Ōtani Yoshitsugu was a Japanese samurai of the Sengoku period through the Azuchi-Momoyama Period. He was also known by his court title, Gyōbu-shōyū (刑部少輔). He was born in 1558 to a father who was said to be a retainer of either Ōtomo Sōrin or Rokkaku Yoshikata. He became one of Toyotomi Hideyoshi's followers. He participated in the Toyotomi's Odawara campaign and Korean campaign.
Oda Hidenobu, the son of Oda Nobutada, was a samurai who lived during the Azuchi-Momoyama period in the late-16th century. His other name was Sanbōshi (三法師).
Tachibana Ginchiyo was head of the Japanese Tachibana clan and onna-musha during the Sengoku period. She was the daughter of Tachibana Dōsetsu, a powerful retainer of the Ōtomo clan. Because Dosetsu had no sons, he requested that Ginchiyo be made family head.
Hosokawa Fujitaka, also known as Hosokawa Yūsai, was a Japanese samurai daimyō of the Sengoku period. Fujitaka was a prominent retainer of Ashikaga Yoshiaki, the last Ashikaga shōgun. When he joined the Oda, Oda Nobunaga rewarded him with the fief of Tango. His son, Hosokawa Tadaoki, went on to become one of the Oda clan's senior generals.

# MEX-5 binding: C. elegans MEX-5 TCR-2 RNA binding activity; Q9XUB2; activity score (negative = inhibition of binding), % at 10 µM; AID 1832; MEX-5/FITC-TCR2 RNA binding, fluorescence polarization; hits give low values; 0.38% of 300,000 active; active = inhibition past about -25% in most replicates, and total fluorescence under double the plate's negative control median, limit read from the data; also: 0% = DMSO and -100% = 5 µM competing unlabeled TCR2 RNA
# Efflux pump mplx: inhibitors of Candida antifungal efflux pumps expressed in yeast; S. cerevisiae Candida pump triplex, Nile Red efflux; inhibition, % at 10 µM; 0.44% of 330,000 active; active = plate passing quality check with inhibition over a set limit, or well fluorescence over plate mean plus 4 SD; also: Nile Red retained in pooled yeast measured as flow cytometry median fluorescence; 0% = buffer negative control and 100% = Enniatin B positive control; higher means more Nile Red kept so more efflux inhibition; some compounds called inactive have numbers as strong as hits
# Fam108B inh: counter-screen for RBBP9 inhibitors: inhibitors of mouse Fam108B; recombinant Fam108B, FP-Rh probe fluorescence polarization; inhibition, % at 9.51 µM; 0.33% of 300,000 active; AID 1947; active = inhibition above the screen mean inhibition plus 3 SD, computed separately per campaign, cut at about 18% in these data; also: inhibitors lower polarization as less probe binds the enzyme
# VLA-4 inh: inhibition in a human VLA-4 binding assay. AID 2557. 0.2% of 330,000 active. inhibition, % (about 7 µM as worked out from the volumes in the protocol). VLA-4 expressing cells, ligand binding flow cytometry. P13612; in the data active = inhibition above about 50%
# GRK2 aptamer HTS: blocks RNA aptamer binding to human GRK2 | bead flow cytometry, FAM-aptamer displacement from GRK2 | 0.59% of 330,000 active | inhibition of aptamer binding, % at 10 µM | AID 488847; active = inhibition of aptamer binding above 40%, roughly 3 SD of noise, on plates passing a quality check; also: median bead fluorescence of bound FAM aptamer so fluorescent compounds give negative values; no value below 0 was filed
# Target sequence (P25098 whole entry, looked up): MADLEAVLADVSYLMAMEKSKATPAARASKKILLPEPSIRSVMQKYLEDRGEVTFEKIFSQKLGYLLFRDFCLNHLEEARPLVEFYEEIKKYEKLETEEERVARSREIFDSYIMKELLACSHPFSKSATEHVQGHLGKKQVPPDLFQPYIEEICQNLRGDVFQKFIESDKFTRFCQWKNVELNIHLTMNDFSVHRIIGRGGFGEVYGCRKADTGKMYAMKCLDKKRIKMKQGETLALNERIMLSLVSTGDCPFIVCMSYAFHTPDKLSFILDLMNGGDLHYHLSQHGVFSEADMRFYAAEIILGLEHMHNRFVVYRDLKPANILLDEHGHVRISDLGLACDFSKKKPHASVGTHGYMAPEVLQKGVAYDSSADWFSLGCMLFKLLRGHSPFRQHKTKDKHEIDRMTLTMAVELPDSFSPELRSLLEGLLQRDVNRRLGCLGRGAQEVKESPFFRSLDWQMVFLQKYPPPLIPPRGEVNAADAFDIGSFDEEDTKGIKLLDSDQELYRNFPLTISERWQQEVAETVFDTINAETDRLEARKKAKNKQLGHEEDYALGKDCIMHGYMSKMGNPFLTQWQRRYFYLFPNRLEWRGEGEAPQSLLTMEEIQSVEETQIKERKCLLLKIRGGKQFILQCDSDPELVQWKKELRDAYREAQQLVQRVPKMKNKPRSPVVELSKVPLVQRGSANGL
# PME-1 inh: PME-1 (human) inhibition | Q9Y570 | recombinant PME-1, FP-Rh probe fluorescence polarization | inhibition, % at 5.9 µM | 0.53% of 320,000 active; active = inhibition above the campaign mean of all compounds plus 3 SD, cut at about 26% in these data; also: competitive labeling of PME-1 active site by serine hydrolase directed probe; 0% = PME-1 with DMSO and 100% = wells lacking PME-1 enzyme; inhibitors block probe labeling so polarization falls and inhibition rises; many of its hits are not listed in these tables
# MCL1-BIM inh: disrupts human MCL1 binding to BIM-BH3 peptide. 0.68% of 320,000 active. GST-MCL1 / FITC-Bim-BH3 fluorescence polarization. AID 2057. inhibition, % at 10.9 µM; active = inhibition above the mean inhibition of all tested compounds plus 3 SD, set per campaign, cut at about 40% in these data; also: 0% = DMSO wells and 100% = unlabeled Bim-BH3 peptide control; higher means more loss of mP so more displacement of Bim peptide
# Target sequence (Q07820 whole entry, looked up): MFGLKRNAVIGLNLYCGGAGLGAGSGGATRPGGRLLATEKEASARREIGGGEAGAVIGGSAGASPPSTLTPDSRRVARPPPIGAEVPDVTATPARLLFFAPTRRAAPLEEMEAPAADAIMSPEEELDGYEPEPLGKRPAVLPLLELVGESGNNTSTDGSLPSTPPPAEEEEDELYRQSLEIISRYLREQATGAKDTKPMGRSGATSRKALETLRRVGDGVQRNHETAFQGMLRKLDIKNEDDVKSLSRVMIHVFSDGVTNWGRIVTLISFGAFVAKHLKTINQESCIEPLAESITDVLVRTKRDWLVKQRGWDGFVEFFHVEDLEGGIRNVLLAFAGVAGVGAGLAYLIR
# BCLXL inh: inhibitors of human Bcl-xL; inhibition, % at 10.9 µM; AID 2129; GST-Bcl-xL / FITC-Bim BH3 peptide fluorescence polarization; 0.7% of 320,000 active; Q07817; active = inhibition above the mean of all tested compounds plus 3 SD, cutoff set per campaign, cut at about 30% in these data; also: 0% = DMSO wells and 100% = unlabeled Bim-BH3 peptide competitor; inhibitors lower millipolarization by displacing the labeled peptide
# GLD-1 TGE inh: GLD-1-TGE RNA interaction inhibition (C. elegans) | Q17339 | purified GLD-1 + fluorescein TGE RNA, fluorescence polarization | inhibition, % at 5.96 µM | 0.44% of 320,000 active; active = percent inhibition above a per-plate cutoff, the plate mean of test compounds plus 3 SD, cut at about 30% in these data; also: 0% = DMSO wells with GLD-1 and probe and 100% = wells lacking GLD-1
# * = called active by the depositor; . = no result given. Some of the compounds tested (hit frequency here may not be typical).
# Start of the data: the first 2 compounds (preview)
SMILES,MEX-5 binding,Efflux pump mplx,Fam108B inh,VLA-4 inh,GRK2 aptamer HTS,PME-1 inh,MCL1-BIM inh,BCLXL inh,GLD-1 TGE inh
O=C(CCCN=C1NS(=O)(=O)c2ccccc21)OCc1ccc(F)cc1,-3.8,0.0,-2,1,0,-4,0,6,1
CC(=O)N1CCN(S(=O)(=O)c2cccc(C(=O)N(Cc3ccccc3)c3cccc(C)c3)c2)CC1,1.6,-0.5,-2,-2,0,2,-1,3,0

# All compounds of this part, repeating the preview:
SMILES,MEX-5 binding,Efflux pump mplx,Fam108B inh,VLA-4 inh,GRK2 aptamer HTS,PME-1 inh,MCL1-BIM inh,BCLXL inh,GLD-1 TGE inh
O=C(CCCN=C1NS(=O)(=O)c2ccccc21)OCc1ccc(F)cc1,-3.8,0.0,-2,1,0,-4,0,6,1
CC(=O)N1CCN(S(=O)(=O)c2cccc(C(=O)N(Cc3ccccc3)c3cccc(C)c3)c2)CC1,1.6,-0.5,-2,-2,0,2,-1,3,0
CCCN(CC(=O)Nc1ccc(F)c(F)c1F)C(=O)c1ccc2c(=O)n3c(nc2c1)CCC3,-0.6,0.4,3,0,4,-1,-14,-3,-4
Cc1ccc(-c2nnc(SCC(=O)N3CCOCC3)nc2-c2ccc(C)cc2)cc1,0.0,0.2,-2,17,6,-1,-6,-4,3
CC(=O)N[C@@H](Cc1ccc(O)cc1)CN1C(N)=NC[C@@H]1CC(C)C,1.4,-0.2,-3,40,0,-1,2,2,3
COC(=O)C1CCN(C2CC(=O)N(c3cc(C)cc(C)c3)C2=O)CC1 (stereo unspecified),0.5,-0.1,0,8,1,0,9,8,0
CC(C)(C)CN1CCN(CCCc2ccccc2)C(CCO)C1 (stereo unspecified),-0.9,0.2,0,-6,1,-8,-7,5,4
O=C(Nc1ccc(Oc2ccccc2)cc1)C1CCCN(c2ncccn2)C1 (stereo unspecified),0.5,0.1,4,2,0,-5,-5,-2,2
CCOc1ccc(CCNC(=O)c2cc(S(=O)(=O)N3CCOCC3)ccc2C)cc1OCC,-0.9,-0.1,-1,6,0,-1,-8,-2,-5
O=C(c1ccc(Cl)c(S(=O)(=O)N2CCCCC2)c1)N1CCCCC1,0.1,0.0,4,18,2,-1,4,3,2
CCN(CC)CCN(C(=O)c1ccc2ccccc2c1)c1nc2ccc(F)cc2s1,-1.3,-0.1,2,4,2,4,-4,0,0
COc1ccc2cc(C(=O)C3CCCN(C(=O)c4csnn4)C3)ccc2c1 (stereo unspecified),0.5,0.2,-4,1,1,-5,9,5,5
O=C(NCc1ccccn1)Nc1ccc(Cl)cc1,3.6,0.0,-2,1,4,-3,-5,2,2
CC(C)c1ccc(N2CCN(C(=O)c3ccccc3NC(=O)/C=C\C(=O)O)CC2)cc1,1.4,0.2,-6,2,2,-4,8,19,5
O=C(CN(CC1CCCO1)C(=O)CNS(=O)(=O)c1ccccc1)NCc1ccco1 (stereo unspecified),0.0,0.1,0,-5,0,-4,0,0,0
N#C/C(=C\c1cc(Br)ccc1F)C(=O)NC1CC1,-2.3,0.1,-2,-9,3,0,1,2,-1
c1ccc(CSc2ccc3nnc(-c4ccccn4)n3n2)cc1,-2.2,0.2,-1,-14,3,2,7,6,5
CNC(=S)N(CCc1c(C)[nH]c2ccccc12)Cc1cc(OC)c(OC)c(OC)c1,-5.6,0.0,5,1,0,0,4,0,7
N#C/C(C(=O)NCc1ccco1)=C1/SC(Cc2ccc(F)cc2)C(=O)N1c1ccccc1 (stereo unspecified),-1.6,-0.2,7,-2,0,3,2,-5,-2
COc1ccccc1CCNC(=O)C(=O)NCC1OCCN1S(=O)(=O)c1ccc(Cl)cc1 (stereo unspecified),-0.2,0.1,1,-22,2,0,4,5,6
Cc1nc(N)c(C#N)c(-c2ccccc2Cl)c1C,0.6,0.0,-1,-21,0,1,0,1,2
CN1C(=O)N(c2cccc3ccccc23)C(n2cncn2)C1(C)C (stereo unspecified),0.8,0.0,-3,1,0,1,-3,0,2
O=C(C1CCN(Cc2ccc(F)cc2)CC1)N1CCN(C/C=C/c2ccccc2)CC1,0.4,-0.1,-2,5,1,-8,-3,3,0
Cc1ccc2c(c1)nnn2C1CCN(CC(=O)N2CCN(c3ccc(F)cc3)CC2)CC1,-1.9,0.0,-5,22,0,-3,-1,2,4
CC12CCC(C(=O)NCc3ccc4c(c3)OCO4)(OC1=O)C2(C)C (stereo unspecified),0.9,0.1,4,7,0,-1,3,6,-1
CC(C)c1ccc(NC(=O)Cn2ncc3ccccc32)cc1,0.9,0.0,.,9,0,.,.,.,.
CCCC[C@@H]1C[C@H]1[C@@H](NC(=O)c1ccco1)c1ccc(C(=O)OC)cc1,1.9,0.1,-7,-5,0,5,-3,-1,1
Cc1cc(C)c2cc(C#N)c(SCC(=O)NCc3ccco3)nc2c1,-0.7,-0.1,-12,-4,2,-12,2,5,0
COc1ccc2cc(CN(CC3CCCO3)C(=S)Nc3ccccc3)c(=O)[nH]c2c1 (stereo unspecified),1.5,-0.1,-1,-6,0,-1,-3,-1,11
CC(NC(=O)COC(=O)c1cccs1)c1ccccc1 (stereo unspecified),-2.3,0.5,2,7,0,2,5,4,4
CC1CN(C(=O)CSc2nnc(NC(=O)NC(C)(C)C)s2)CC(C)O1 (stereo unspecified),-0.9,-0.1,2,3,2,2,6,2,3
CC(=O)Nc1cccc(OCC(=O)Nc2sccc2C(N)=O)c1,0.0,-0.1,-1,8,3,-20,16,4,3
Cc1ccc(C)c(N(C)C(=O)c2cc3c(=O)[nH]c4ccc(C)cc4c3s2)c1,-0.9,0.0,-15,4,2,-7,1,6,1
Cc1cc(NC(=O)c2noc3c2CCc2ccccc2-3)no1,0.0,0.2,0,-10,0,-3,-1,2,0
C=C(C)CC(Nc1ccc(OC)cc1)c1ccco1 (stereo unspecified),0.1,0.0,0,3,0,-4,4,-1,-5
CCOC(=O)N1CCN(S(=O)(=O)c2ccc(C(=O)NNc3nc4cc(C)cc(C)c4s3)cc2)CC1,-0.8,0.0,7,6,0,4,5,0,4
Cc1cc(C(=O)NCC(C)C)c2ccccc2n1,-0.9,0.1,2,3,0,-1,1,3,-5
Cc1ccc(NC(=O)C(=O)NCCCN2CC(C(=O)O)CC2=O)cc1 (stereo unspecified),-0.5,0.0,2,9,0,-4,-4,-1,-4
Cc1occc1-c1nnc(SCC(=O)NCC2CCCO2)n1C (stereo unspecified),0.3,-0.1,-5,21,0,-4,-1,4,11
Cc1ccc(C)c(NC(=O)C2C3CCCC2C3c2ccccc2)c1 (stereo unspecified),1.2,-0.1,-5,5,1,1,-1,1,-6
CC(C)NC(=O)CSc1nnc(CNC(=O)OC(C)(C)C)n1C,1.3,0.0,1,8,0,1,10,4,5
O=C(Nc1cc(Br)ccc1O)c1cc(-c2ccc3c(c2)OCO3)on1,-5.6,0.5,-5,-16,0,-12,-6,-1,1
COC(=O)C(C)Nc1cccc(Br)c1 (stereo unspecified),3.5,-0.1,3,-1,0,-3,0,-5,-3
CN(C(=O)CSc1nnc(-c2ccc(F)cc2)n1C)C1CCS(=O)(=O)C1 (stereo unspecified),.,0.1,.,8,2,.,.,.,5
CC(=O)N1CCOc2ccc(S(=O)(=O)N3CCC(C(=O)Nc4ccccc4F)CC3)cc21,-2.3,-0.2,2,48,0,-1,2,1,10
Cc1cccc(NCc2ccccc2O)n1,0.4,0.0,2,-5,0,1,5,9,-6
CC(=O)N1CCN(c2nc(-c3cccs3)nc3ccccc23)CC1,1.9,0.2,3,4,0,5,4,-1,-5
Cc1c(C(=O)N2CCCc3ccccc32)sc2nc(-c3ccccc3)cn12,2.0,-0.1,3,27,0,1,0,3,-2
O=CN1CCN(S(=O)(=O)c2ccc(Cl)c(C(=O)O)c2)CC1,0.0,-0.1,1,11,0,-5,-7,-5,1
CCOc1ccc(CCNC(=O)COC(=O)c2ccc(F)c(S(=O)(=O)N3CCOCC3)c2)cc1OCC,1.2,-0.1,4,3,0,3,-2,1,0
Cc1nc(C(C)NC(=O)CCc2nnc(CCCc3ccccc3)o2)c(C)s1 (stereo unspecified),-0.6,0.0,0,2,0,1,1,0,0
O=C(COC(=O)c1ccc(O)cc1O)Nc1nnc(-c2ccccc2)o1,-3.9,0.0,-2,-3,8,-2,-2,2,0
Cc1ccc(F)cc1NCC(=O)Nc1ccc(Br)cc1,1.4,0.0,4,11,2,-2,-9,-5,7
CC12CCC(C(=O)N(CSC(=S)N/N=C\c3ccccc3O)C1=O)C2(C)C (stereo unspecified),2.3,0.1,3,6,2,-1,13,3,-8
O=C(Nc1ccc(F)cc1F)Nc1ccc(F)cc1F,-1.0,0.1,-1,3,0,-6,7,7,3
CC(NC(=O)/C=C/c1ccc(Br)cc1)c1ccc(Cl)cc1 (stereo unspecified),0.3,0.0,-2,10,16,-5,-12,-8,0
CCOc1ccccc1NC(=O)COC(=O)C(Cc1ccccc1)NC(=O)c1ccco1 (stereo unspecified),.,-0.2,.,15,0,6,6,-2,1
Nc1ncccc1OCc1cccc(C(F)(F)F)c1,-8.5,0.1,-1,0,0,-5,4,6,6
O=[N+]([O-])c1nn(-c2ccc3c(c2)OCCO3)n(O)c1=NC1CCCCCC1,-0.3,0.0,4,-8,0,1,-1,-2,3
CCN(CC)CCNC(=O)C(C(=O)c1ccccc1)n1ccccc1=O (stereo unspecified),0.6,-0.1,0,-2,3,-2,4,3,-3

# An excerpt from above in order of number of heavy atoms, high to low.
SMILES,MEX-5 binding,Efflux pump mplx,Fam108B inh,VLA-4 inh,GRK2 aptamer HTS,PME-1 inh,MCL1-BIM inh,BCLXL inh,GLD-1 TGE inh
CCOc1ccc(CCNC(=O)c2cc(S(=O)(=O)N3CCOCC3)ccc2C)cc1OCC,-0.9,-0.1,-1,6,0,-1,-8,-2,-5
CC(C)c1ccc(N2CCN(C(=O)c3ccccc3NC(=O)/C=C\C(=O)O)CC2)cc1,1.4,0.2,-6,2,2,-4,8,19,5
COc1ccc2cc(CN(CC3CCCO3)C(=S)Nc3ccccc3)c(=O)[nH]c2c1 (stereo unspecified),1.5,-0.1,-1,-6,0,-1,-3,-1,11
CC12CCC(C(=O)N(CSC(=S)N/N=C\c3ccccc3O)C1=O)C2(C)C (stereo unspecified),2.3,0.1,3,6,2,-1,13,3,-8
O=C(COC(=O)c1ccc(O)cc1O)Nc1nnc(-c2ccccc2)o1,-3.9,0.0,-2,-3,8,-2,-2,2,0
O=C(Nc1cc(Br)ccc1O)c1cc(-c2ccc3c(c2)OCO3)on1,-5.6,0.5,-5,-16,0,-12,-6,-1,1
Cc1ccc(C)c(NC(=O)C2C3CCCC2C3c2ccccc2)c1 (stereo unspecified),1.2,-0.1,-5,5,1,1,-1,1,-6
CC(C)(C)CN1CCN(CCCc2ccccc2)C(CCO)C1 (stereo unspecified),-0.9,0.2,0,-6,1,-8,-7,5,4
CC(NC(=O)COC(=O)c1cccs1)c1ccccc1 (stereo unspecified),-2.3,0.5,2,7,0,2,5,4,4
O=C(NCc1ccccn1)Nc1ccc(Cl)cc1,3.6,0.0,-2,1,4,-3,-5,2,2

Kutsuki Masatsuna, also known as Kutsuki Oki-no kami Minamoto-no Masatsuna, was a hereditary Japanese daimyō of Oki and Ōmi with holdings in Tanba and Fukuchiyama. His warrior clan was amongst the hereditary vassals of the Tokugawa family in the Edo period. His childhood name was Tomojiro (斧次郎).
Kutsuki Harutsuna was a Japanese samurai of the Sengoku period, who ruled Kutsukidani Castle in Ōmi Province. He was a supporter of the shōgun Ashikaga Yoshiharu. Harutsuna's descendants became daimyō in the Edo period.
Kutsuki is a Japanese surname. Notable people with the surname include:
Mōri Hiromoto was a local warlord (jizamurai) of Aki Province in the west Chūgoku region of Japan during the Muromachi period and Sengoku period of the 16th century. The Mōri clan claimed descent from Ōe no Hiromoto, an adviser to Minamoto no Yoritomo. He is most known as the father of the famous Mōri Motonari.
Eiji Kutsuki is a former Japanese rugby union player and coach. He played as a centre. His younger brothers Yasuhiro and Masafumi were former rugby union players.
Hatsume no Tsubone (初芽局) was a legendary Japanese woman from the Sengoku period. She was famous as the main character of the historical novel Sekigahara by Ryōtarō Shiba. In the novel, she was Kunoichi sent by Tokugawa Ieyasu to spy on his political enemy Ishida Mitsunari before the Battle of Sekigahara.
Yamauchi Chiyo (山内千代) or Kenshōin was a Japanese noble lady from the Sengoku period to the early of the Edo period. Known in history for her dedication and devotion to her family, she was vitally important to the success of the Yamauchi clan, a samurai clan under the leadership of her husband, Yamauchi Kazutoyo. It is said that she was responsible for stabilizing the predominance of the Yamauchi clan, and the formation of the Tosa domain.